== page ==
Amazingly, he tried hard to question his members―including restoring their psychological states to typical―and to show that a large portion of them thought the exploration was important and we are happy to have partaken. In any case, this examination would be viewed as dishonest by the present norms.

Principle II: Acting Responsibly and with Integrity

Consider the second principle “acting responsibly and with integrity”. Scientists must act capably and with uprightness. This implies completing their examination carefully and capably, meeting their expert commitments, and being honest. Acting with respectability is significant because it advances trust, which is a fundamental component of all viable human connections. Members must have the option to believe that scientists are being straightforward with them (e.g., about what the examination includes), will stay faithful to their obligations (e.g., to look after classification), and will do their exploration in manners that amplify benefits and limit hazard. A significant issue here is the utilization of misdirection. Some examination questions, (for example, Milgram’s) are troublesome or difficult to reply without misdirecting research members. In this way acting with uprightness can struggle with doing explore that propels logical information and advantages society. We will consider how clinicians by and large arrangements with this contention without further ado.

Mainstream researchers and society should likewise have the option to believe that specialists have directed their examination completely and skillfully and that they have provided details regarding it sincerely. Once more, the model toward the start of the part outlines what can happen when this trust is abused. For this situation, different specialists squandered assets on pointless follow-up exploration and individuals evaded the MMR antibody, putting their youngsters at an expanded danger of measles, rubella, and mumps (Price et al., 2018) [2] .

One consequence of this report was that numerous guardians chose not to have their kids inoculated (turning into a social marvel known as “anti-vaxxers”), which put them at higher danger for measles, mumps, and rubella. In any case, follow-up concentrates by different specialists reliably neglected to locate a factual connection between the MMR immunization and chemical imbalance―and it is commonly acknowledged now that there is no relationship. Moreover, a few more difficult issues with the first examination were revealed. Among them were that the lead specialist remained to pick up monetarily from his decisions since he had protected a contending measles immunization. He had additionally utilized one-sided techniques to choose and test his examination members and had utilized unapproved and restoratively pointless methodology on them. In 2010 “The Lancet” withdrew the article, and the lead scientist who conducted the study entitlement to practice “medicine” was repudiated (Burns, 2010) [10] .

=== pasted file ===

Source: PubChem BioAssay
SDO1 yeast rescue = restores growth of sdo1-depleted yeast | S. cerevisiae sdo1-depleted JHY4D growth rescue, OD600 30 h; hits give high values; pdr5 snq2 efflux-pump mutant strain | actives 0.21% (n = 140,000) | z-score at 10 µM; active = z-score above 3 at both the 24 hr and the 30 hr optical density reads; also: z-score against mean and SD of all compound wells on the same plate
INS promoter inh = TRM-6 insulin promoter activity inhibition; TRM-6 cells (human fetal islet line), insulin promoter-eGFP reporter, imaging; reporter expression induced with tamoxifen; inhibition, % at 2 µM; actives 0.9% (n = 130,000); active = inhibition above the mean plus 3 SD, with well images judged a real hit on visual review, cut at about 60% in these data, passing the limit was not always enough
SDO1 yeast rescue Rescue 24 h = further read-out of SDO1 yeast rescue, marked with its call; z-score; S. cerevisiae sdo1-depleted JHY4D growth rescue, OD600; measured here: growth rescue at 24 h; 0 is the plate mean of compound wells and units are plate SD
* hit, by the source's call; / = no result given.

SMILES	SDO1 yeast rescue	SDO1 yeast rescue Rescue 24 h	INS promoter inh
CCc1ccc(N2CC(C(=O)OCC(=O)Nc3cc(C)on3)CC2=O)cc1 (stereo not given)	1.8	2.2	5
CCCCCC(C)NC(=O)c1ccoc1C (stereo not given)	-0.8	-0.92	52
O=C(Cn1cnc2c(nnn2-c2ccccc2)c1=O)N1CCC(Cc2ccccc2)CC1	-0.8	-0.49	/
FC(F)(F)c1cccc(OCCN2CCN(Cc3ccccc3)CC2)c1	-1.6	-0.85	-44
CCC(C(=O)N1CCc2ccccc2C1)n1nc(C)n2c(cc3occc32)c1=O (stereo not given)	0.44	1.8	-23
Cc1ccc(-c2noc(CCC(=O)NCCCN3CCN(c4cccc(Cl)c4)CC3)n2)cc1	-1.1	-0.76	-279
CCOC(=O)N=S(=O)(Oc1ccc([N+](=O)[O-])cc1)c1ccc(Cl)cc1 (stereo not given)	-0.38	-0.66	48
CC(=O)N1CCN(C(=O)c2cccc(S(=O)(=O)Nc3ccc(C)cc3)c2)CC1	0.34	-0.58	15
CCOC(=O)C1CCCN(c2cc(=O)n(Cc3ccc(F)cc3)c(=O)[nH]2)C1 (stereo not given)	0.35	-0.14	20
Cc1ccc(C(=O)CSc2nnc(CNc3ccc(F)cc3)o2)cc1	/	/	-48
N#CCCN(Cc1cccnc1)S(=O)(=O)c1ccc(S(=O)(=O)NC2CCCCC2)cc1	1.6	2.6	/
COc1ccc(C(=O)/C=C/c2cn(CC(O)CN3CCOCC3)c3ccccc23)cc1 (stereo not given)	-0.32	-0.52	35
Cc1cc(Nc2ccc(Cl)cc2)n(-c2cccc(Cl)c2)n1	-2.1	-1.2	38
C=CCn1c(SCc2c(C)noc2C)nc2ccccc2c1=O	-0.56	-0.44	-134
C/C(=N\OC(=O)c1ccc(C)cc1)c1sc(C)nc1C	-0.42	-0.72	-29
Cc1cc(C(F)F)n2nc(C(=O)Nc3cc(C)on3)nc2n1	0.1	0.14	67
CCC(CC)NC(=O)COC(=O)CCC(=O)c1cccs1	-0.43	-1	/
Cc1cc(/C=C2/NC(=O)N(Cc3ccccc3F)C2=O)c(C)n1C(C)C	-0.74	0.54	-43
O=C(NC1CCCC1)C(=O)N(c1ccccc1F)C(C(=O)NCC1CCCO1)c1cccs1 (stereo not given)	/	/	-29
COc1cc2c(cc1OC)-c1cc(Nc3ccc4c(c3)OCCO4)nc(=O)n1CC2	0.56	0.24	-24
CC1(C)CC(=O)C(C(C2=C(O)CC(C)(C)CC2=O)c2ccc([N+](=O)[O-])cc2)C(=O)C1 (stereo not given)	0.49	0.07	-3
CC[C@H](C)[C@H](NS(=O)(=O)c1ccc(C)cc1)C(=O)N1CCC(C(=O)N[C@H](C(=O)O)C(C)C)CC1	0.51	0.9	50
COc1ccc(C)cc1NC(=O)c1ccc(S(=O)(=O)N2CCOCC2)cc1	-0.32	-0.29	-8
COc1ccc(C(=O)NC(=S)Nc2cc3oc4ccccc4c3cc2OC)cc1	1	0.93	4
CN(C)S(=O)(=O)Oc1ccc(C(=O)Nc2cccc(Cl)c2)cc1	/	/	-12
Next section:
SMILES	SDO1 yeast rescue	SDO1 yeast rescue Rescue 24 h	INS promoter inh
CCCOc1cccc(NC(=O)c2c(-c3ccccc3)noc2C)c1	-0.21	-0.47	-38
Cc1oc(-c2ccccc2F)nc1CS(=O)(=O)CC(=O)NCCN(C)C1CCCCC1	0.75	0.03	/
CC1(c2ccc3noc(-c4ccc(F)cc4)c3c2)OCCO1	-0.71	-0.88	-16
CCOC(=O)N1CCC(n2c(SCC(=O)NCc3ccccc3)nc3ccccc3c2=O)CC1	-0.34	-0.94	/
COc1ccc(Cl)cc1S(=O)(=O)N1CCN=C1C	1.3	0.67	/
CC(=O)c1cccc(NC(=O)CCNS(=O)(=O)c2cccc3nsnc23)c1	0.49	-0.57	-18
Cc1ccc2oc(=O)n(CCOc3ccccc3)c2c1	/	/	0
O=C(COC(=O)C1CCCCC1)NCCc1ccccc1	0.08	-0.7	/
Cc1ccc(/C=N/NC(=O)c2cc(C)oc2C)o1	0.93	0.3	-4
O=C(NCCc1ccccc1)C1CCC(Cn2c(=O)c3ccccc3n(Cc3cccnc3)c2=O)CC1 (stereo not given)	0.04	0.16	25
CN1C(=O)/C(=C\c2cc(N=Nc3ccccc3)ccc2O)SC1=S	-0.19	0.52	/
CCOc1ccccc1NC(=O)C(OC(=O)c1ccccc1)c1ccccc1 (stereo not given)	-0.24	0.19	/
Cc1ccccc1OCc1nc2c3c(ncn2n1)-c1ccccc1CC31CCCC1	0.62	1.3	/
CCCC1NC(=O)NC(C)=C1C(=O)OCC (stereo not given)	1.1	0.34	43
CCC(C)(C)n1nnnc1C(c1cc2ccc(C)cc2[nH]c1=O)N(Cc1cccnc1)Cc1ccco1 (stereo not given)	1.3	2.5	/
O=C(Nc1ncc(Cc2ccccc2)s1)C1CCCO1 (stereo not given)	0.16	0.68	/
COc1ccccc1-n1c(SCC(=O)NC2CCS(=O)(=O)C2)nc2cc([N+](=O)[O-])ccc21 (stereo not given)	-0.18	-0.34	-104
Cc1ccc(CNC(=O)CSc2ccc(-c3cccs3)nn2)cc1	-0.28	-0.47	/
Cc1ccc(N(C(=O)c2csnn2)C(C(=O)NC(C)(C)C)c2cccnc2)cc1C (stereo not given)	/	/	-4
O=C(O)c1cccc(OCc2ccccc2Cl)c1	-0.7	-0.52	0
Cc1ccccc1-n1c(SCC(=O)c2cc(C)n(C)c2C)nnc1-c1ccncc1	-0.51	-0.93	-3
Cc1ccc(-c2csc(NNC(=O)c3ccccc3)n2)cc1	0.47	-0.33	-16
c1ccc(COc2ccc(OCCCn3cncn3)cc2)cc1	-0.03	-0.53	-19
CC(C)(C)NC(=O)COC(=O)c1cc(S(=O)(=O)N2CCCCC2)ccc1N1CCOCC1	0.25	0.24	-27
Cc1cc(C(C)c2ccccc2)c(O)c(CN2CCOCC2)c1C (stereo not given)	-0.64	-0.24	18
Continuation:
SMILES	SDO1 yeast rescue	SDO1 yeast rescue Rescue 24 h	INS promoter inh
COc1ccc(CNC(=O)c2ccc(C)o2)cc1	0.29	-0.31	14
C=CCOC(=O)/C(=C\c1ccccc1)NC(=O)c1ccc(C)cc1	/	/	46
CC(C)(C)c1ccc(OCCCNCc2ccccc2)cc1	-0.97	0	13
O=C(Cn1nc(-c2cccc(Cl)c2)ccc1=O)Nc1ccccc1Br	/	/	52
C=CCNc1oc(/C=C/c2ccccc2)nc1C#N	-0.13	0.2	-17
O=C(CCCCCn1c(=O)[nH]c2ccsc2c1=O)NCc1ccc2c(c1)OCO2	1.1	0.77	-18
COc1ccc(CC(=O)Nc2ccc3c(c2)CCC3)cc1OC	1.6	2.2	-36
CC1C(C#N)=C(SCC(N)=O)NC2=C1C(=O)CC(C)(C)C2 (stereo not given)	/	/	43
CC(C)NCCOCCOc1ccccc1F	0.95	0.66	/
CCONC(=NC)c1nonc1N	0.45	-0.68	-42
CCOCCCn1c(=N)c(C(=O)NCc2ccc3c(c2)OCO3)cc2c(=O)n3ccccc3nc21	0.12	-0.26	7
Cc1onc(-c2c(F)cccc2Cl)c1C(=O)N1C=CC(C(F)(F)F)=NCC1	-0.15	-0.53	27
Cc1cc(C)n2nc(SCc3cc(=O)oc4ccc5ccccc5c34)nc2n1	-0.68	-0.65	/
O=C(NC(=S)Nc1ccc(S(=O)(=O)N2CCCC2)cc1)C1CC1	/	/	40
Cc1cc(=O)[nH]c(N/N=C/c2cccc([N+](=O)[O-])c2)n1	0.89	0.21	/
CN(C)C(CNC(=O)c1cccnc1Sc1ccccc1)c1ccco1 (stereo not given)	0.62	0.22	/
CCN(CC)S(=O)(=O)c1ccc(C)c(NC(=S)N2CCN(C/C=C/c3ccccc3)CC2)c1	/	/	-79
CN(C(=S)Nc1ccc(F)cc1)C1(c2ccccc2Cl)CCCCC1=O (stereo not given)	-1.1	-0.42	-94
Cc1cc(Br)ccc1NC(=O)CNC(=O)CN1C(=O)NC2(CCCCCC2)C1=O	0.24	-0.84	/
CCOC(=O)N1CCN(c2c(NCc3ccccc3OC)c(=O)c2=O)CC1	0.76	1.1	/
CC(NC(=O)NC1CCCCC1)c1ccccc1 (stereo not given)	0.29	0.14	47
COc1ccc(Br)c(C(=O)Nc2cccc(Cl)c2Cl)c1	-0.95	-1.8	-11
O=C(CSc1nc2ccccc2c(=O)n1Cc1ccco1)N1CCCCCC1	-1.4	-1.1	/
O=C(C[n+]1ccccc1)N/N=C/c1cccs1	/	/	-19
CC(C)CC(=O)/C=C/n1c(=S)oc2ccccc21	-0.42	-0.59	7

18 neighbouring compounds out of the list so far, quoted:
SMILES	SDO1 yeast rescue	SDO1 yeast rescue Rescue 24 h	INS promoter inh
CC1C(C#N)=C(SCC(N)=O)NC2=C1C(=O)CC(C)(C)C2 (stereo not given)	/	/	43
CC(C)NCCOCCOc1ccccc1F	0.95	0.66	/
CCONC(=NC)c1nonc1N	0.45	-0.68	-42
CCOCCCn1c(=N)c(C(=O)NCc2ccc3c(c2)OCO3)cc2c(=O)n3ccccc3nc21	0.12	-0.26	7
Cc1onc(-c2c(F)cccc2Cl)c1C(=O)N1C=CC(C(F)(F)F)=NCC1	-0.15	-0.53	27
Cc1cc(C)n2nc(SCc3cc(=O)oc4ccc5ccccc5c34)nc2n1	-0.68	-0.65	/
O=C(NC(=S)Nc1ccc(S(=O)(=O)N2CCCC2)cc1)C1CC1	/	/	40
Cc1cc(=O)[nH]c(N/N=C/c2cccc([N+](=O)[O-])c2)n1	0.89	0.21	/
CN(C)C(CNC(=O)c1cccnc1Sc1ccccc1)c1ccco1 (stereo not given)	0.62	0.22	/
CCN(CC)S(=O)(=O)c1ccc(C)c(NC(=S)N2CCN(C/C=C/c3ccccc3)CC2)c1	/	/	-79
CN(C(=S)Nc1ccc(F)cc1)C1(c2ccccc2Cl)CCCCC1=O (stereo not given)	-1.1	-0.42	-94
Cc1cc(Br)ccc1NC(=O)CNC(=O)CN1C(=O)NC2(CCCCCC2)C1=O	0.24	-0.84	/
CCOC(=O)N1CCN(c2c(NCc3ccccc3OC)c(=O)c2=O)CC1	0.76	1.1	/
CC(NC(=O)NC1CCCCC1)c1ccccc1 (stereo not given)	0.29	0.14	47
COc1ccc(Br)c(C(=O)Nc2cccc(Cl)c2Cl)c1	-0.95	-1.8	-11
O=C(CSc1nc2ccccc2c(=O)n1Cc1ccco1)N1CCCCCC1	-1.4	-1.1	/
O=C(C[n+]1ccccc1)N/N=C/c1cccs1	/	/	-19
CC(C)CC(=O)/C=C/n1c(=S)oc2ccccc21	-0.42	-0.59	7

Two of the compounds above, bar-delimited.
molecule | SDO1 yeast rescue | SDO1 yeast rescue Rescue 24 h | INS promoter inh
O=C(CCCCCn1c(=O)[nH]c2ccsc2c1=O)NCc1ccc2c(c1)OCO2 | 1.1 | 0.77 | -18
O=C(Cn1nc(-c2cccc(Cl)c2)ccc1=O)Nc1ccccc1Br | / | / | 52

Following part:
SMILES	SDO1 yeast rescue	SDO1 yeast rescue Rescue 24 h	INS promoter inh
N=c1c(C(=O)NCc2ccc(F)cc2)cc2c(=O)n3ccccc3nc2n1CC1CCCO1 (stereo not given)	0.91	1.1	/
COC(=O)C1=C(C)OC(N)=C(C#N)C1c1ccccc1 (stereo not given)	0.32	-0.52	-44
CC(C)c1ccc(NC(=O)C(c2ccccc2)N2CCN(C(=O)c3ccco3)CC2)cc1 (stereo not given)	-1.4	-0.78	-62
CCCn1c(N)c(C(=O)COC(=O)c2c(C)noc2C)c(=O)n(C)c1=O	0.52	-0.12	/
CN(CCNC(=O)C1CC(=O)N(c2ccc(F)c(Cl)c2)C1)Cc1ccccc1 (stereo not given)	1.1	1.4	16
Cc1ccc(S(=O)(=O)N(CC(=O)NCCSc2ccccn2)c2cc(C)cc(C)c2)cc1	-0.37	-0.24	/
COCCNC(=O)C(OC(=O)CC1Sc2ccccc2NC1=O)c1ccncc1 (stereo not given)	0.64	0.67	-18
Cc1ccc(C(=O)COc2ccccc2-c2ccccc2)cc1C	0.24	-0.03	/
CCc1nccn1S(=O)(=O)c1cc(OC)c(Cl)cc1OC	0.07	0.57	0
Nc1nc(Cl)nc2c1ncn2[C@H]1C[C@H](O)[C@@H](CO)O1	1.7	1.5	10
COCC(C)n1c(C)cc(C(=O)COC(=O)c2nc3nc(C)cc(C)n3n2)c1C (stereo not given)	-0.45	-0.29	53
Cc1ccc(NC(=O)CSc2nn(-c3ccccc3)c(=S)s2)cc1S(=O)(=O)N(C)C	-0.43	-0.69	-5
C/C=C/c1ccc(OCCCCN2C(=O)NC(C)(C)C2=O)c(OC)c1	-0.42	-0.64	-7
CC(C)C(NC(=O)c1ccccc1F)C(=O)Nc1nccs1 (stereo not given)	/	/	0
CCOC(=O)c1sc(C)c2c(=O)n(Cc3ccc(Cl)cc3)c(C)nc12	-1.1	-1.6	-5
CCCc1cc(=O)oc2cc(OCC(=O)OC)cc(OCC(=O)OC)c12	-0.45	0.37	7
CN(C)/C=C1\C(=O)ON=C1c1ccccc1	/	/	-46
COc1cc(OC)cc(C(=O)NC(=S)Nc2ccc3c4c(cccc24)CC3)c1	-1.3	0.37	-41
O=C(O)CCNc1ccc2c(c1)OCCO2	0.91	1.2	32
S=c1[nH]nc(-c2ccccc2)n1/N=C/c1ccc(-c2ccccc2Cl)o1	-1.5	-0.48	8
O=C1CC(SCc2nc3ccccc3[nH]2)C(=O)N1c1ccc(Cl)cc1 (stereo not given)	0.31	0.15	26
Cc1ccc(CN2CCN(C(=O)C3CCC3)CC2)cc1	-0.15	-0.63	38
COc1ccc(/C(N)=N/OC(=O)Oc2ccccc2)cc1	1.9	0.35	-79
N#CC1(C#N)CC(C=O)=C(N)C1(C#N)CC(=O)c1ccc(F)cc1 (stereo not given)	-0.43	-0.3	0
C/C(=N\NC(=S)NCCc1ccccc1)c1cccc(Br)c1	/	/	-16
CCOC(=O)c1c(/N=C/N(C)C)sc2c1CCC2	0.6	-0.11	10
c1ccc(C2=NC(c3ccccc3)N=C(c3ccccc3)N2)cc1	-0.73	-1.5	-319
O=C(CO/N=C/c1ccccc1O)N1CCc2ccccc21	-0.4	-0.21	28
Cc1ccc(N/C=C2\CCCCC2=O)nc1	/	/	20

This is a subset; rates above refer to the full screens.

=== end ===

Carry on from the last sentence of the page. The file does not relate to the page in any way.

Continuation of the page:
Principle III: Seeking Justice

The third principle “seeking justice” allow specialists to direct their research equitably. They should treat their members decently, for instance, by giving them satisfactory pay for their investment and ensuring that advantages and dangers are appropriated, overall members. For instance, in an investigation of another and possibly gainful psychotherapy, a few members may get the psychotherapy while others fill in as a benchmark group that gets no treatment. If the psychotherapy ends up being powerful, it is reasonable to offer it to members in the benchmark group when the examination the study closes.

At a more extensive cultural level, individuals from certain gatherings have truly confronted too much of the dangers of logical examination, including individuals who are organized, are incapacitated, or have a place with racial or ethnic minorities. An especially awful model is the Tuskegee syphilis study led by the US General Wellbeing Administration from 1932 to 1972 (Reverby, 2009) [12] . The members in this examination were helpless African American men in the region of Tuskegee, Alabama, who were informed that they were being treated for “animosity.” Even though they were given some free clinical consideration, they were not treated for their syphilis. Rather, they were seen to perceive how the malady was created in untreated patients. Even after the utilization of penicillin turned into the standard treatment for syphilis during the 1940s, these men kept on being denied treatment without being allowed a chance to leave the examination. The investigation was, in the end, ceased simply after subtleties were unveiled known to the general by writers and activists. It is currently generally perceived that analysts need to think about issues of equity and reasonableness at the cultural level.